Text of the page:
I’d been on the fire line with the tools of the trade; fire rake, pulaksi and mcleod and left the saw to the hotshots.
There is an excitement, sense of duty, and fear being so close to the flame. The challenge to overcome the beast and win is great.
As a photographer it is only the tool that makes the difference. There are no suppression techniques only thoughts of documentation with the camera which helps mask the fear. The challenge to overcome and win is as great.
The plume looked to be a white monster and burning arrow straight to the ski. There was no mistaking the signs of it being an extreme burn and sharing space with an abundance of fuel.
They had already named the blaze the “Pondosa Fire” and by the time it was over it would consume 23,400 acres of tall timber and the power to generate extensive high severity burn patterns that would be studied for years after.
It was a late afternoon in 1977 a very hot August day, much like a blast furnace with the windows rolled down; the type of day the car air conditioner is less than useless.
The drive took about two hours. On television I had seen images looking into the eye of a hurricane, this looked very much the same.
There was little activity in the fire camp as it was all hands on the line and the expected help from the south and the Oregon units had not arrived. The Redding jumpers were on it early but there was no getting a handle on something this big in the early stages.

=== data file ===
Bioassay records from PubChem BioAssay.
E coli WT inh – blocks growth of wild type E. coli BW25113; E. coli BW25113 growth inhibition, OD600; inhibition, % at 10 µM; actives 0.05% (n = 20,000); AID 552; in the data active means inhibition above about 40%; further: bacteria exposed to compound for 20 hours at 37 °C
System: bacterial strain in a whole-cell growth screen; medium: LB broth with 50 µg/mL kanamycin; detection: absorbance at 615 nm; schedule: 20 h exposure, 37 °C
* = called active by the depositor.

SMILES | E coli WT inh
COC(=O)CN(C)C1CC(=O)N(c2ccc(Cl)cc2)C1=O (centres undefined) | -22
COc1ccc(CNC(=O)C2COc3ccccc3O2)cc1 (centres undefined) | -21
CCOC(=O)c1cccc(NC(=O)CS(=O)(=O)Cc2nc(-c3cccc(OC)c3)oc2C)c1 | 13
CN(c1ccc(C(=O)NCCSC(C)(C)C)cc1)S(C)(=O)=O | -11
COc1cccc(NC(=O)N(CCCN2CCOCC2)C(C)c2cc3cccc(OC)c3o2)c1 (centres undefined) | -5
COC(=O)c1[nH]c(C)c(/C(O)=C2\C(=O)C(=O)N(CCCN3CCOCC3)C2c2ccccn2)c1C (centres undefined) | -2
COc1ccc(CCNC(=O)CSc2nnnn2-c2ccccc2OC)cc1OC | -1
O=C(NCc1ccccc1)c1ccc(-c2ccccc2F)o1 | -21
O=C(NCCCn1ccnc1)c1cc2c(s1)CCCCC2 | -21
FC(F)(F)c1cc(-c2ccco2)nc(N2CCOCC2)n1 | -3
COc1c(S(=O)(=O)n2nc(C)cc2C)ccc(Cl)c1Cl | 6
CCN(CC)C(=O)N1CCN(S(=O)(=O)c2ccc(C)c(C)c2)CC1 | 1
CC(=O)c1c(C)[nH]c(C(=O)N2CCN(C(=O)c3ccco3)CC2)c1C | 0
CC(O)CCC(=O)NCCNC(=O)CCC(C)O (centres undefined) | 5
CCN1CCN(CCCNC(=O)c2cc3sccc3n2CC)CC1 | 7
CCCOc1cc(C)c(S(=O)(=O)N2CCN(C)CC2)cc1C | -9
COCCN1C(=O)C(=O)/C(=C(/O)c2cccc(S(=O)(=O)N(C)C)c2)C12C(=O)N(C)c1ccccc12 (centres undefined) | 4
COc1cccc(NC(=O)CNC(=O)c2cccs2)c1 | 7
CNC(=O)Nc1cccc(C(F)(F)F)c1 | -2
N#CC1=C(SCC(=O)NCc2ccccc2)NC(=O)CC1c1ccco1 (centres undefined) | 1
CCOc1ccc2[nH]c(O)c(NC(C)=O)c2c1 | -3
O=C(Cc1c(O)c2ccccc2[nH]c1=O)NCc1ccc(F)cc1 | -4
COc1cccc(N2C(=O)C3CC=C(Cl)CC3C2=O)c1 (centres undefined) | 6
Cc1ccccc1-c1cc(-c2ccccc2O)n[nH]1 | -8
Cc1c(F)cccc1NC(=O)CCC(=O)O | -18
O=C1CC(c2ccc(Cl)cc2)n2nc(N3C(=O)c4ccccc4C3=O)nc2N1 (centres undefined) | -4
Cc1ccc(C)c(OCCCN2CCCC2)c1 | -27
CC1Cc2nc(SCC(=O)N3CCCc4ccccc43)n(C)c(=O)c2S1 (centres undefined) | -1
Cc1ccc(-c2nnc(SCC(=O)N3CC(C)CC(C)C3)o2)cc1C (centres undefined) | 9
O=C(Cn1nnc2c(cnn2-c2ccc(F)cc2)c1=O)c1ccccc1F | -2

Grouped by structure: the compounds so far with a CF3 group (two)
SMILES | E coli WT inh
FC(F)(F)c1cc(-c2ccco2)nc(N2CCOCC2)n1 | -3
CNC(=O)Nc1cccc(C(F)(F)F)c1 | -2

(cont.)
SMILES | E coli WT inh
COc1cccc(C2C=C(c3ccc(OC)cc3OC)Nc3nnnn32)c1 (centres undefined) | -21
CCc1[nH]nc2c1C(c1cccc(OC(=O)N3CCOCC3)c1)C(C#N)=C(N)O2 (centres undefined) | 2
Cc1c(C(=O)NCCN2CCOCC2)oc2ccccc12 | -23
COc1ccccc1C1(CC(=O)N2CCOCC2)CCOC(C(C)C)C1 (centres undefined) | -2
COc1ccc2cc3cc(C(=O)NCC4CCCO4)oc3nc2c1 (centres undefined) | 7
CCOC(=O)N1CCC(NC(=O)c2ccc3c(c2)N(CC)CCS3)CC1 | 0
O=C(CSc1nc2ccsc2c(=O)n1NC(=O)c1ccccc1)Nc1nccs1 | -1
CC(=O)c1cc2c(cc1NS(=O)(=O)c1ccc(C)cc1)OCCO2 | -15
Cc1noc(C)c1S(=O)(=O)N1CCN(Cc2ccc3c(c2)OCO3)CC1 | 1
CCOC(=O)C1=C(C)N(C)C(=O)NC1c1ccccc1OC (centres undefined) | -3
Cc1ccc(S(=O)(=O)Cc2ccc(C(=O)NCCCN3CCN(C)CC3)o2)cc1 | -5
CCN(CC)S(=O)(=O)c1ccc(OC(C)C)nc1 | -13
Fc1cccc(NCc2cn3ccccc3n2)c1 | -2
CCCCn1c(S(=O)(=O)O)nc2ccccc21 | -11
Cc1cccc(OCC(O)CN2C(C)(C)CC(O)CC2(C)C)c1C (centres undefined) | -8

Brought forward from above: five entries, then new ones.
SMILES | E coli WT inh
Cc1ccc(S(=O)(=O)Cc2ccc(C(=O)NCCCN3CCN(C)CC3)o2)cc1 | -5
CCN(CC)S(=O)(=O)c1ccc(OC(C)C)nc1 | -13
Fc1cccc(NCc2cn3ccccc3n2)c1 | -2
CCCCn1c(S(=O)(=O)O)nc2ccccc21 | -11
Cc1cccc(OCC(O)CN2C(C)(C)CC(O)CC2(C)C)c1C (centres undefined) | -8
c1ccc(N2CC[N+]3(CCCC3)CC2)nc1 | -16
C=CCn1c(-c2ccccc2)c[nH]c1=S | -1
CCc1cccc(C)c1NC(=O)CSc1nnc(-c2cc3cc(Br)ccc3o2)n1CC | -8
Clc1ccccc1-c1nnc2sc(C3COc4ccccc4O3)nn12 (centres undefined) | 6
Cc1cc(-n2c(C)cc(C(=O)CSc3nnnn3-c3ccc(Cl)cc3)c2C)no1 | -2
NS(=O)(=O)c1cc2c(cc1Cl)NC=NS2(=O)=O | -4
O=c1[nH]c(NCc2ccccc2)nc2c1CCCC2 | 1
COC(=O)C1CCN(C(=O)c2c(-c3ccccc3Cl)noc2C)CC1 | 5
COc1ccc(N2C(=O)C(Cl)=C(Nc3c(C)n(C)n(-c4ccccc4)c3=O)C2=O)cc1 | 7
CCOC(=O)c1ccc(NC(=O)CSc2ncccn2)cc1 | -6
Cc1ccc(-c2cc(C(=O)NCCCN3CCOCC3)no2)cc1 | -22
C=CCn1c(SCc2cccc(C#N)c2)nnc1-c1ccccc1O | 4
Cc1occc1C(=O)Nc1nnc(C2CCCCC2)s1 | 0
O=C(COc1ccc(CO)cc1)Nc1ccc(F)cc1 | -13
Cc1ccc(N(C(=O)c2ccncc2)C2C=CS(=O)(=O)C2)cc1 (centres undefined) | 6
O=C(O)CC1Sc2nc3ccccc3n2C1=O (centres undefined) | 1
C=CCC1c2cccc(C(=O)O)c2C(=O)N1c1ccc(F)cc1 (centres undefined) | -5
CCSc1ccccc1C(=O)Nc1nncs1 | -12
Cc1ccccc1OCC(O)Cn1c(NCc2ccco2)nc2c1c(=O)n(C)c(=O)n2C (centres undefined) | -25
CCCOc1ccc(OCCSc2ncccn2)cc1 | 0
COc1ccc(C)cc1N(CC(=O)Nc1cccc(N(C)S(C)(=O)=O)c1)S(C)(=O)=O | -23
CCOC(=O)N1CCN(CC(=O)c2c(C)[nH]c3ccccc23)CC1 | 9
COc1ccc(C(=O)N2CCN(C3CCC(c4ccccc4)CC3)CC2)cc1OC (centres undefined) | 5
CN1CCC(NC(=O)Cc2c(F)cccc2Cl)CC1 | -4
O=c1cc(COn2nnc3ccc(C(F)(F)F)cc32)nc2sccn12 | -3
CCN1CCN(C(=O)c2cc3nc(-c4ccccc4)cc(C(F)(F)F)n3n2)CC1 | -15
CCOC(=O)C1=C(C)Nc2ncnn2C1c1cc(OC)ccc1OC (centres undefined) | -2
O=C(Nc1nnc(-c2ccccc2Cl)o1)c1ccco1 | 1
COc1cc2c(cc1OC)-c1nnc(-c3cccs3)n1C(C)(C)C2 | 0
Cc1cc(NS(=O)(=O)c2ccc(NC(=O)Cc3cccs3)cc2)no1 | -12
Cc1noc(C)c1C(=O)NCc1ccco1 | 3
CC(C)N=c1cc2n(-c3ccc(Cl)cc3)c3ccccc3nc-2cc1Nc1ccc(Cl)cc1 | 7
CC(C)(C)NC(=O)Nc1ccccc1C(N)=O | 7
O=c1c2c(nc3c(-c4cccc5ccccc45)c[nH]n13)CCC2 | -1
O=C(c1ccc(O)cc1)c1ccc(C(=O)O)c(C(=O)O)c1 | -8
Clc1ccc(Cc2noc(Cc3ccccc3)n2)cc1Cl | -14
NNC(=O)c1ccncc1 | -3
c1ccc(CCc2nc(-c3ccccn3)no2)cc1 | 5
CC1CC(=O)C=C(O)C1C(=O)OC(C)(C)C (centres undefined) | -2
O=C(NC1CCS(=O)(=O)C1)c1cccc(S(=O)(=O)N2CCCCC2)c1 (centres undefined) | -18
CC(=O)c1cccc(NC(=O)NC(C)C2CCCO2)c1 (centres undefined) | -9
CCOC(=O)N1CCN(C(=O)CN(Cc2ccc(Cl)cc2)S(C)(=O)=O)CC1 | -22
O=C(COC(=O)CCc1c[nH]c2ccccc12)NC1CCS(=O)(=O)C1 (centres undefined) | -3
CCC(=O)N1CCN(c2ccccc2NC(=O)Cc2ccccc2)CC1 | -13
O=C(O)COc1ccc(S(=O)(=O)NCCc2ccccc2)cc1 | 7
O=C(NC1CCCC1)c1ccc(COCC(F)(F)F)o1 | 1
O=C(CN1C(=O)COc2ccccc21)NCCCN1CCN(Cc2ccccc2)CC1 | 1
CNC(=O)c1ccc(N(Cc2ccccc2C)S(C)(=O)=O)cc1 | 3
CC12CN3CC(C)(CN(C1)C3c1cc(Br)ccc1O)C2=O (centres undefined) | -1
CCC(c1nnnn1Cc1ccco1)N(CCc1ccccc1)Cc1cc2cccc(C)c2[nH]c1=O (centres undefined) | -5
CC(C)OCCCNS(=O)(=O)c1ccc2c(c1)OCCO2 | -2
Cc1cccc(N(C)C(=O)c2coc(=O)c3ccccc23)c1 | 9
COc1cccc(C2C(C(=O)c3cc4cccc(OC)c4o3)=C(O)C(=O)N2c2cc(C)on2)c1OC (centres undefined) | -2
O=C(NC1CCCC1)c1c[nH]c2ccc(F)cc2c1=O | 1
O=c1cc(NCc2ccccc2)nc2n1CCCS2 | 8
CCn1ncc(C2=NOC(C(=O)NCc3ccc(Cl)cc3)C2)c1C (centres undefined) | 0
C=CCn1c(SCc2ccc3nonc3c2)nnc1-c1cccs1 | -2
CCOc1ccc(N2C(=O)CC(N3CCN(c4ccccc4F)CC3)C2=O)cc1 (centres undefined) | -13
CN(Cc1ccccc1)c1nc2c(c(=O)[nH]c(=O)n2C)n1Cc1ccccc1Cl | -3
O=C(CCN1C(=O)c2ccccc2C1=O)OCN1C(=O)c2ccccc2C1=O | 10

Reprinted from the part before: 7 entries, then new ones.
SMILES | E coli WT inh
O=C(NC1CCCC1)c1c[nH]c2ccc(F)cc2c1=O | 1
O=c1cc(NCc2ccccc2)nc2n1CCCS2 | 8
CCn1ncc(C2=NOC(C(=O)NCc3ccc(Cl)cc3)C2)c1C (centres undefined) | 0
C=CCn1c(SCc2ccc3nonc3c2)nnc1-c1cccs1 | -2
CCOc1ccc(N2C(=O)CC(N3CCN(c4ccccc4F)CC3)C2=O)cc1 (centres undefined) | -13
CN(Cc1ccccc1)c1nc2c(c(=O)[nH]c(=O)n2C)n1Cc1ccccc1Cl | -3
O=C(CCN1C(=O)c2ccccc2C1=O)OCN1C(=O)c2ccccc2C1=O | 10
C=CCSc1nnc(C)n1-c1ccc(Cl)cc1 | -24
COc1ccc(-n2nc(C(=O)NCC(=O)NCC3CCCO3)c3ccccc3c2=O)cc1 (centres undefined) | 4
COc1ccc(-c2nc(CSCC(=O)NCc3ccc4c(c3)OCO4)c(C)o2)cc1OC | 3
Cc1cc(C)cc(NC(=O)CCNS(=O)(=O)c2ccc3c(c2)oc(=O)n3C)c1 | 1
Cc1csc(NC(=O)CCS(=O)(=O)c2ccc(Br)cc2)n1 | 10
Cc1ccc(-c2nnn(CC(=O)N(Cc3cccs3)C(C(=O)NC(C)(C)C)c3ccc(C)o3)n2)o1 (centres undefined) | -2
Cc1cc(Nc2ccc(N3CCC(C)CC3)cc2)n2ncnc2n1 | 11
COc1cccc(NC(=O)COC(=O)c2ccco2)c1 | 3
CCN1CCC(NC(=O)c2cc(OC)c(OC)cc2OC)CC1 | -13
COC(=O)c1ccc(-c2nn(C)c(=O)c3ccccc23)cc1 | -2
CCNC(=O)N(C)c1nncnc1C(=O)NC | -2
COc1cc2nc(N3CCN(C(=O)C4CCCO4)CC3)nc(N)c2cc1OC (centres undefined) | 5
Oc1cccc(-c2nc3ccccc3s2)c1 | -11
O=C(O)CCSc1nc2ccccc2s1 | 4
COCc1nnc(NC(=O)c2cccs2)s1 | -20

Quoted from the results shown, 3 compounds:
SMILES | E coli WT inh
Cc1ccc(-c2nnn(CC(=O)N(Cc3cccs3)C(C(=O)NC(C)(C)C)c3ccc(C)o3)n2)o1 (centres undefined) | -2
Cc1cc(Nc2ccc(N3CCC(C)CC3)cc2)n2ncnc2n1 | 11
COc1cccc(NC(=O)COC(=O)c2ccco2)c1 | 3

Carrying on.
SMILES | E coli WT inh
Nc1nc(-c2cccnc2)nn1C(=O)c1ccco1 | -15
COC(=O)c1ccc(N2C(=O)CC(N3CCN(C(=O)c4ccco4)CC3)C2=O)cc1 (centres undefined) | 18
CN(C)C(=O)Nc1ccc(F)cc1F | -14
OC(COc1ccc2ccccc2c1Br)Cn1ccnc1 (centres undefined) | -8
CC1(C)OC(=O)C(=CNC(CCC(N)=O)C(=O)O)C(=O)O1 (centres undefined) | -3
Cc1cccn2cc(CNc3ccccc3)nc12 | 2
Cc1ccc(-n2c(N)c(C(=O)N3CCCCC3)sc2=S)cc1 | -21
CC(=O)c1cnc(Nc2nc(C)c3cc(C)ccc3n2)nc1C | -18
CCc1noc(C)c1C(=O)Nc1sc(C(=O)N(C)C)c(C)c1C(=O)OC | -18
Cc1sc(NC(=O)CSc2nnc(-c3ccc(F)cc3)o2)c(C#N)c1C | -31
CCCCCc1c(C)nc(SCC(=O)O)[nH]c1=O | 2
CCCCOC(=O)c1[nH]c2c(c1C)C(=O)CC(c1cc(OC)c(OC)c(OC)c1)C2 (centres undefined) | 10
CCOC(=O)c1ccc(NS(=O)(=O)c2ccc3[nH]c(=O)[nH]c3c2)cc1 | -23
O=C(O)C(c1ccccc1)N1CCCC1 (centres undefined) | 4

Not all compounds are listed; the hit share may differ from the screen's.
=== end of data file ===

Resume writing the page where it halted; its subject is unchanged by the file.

The timing was perfect as a young Forestry incident commander was heading out to do a bit of recon on the flanks to help confirm an attack plan. I asked for a lift tossing my bag on the cab floor of the truck keeping one Nikon body with the 28mm in my hand.
Thick dust from the fire road mixed with the heavy smoke as we moved up the right flank. The idea was just to get a sense of where to deploy resources.
It was just seconds of looking down to retrieve another lens and when I looked back up the windshield was filled with flame. My driver appeared to be mumbling with sweat pouring from beneath his helmet. With every bounce the cab door handle seemed to be warmer. Over hundred foot pine and fur trees were exploding like a rocket launch leaving a rain of hot embers bouncing off the green metal truck hood.
Through the deafening rumble I thought I heard “we’re screwed!”
For the first time I could remember, my concern was not about making pictures.